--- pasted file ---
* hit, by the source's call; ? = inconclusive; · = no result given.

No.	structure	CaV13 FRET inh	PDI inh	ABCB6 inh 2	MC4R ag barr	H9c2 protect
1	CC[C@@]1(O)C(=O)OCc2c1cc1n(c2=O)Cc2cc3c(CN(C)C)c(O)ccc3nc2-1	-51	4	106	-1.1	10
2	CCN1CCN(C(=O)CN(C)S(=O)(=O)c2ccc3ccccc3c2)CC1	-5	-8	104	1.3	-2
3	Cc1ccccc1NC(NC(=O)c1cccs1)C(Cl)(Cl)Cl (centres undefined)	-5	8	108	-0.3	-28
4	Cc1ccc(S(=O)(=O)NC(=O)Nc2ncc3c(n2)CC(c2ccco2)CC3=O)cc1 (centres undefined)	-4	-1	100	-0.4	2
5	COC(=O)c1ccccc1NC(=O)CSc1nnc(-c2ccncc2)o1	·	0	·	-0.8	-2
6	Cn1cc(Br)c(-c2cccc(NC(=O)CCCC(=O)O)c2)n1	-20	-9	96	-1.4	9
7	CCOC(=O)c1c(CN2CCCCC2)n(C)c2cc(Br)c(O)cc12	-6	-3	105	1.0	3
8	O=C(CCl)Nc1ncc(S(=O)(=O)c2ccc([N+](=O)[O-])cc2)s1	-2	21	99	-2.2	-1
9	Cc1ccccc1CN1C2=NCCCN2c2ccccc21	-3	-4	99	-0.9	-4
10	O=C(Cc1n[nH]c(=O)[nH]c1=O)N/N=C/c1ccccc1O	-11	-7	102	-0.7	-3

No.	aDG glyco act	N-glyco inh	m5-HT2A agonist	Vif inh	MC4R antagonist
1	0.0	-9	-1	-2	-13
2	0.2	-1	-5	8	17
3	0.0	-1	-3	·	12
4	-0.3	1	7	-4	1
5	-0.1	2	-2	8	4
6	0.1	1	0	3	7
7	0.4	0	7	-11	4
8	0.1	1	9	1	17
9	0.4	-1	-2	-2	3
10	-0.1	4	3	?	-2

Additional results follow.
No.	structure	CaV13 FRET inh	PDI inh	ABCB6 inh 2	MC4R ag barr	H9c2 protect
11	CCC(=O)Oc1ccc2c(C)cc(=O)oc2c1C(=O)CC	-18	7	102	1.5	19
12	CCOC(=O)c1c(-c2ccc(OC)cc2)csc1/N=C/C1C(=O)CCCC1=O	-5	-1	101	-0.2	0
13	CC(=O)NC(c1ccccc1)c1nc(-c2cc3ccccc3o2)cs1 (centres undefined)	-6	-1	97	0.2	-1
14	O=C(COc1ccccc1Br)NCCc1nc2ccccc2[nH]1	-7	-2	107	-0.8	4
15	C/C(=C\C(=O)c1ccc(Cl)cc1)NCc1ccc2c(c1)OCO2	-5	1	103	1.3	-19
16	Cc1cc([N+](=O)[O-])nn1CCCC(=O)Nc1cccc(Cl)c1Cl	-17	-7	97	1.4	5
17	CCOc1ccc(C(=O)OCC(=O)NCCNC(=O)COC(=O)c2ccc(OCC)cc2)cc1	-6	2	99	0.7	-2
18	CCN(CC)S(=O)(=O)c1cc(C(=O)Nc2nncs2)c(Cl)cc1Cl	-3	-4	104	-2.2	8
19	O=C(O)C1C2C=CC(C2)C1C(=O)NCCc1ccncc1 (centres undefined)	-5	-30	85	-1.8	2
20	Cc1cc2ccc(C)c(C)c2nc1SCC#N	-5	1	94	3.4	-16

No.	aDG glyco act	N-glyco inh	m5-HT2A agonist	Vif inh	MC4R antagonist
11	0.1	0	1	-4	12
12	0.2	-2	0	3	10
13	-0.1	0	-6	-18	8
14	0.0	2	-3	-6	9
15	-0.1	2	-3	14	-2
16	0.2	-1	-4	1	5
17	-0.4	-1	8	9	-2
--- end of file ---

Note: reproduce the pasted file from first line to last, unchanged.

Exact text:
* hit, by the source's call; ? = inconclusive; · = no result given.

No.	structure	CaV13 FRET inh	PDI inh	ABCB6 inh 2	MC4R ag barr	H9c2 protect
1	CC[C@@]1(O)C(=O)OCc2c1cc1n(c2=O)Cc2cc3c(CN(C)C)c(O)ccc3nc2-1	-51	4	106	-1.1	10
2	CCN1CCN(C(=O)CN(C)S(=O)(=O)c2ccc3ccccc3c2)CC1	-5	-8	104	1.3	-2
3	Cc1ccccc1NC(NC(=O)c1cccs1)C(Cl)(Cl)Cl (centres undefined)	-5	8	108	-0.3	-28
4	Cc1ccc(S(=O)(=O)NC(=O)Nc2ncc3c(n2)CC(c2ccco2)CC3=O)cc1 (centres undefined)	-4	-1	100	-0.4	2
5	COC(=O)c1ccccc1NC(=O)CSc1nnc(-c2ccncc2)o1	·	0	·	-0.8	-2
6	Cn1cc(Br)c(-c2cccc(NC(=O)CCCC(=O)O)c2)n1	-20	-9	96	-1.4	9
7	CCOC(=O)c1c(CN2CCCCC2)n(C)c2cc(Br)c(O)cc12	-6	-3	105	1.0	3
8	O=C(CCl)Nc1ncc(S(=O)(=O)c2ccc([N+](=O)[O-])cc2)s1	-2	21	99	-2.2	-1
9	Cc1ccccc1CN1C2=NCCCN2c2ccccc21	-3	-4	99	-0.9	-4
10	O=C(Cc1n[nH]c(=O)[nH]c1=O)N/N=C/c1ccccc1O	-11	-7	102	-0.7	-3

No.	aDG glyco act	N-glyco inh	m5-HT2A agonist	Vif inh	MC4R antagonist
1	0.0	-9	-1	-2	-13
2	0.2	-1	-5	8	17
3	0.0	-1	-3	·	12
4	-0.3	1	7	-4	1
5	-0.1	2	-2	8	4
6	0.1	1	0	3	7
7	0.4	0	7	-11	4
8	0.1	1	9	1	17
9	0.4	-1	-2	-2	3
10	-0.1	4	3	?	-2

Additional results follow.
No.	structure	CaV13 FRET inh	PDI inh	ABCB6 inh 2	MC4R ag barr	H9c2 protect
11	CCC(=O)Oc1ccc2c(C)cc(=O)oc2c1C(=O)CC	-18	7	102	1.5	19
12	CCOC(=O)c1c(-c2ccc(OC)cc2)csc1/N=C/C1C(=O)CCCC1=O	-5	-1	101	-0.2	0
13	CC(=O)NC(c1ccccc1)c1nc(-c2cc3ccccc3o2)cs1 (centres undefined)	-6	-1	97	0.2	-1
14	O=C(COc1ccccc1Br)NCCc1nc2ccccc2[nH]1	-7	-2	107	-0.8	4
15	C/C(=C\C(=O)c1ccc(Cl)cc1)NCc1ccc2c(c1)OCO2	-5	1	103	1.3	-19
16	Cc1cc([N+](=O)[O-])nn1CCCC(=O)Nc1cccc(Cl)c1Cl	-17	-7	97	1.4	5
17	CCOc1ccc(C(=O)OCC(=O)NCCNC(=O)COC(=O)c2ccc(OCC)cc2)cc1	-6	2	99	0.7	-2
18	CCN(CC)S(=O)(=O)c1cc(C(=O)Nc2nncs2)c(Cl)cc1Cl	-3	-4	104	-2.2	8
19	O=C(O)C1C2C=CC(C2)C1C(=O)NCCc1ccncc1 (centres undefined)	-5	-30	85	-1.8	2
20	Cc1cc2ccc(C)c(C)c2nc1SCC#N	-5	1	94	3.4	-16

No.	aDG glyco act	N-glyco inh	m5-HT2A agonist	Vif inh	MC4R antagonist
11	0.1	0	1	-4	12
12	0.2	-2	0	3	10
13	-0.1	0	-6	-18	8
14	0.0	2	-3	-6	9
15	-0.1	2	-3	14	-2
16	0.2	-1	-4	1	5
17	-0.4	-1	8	9	-2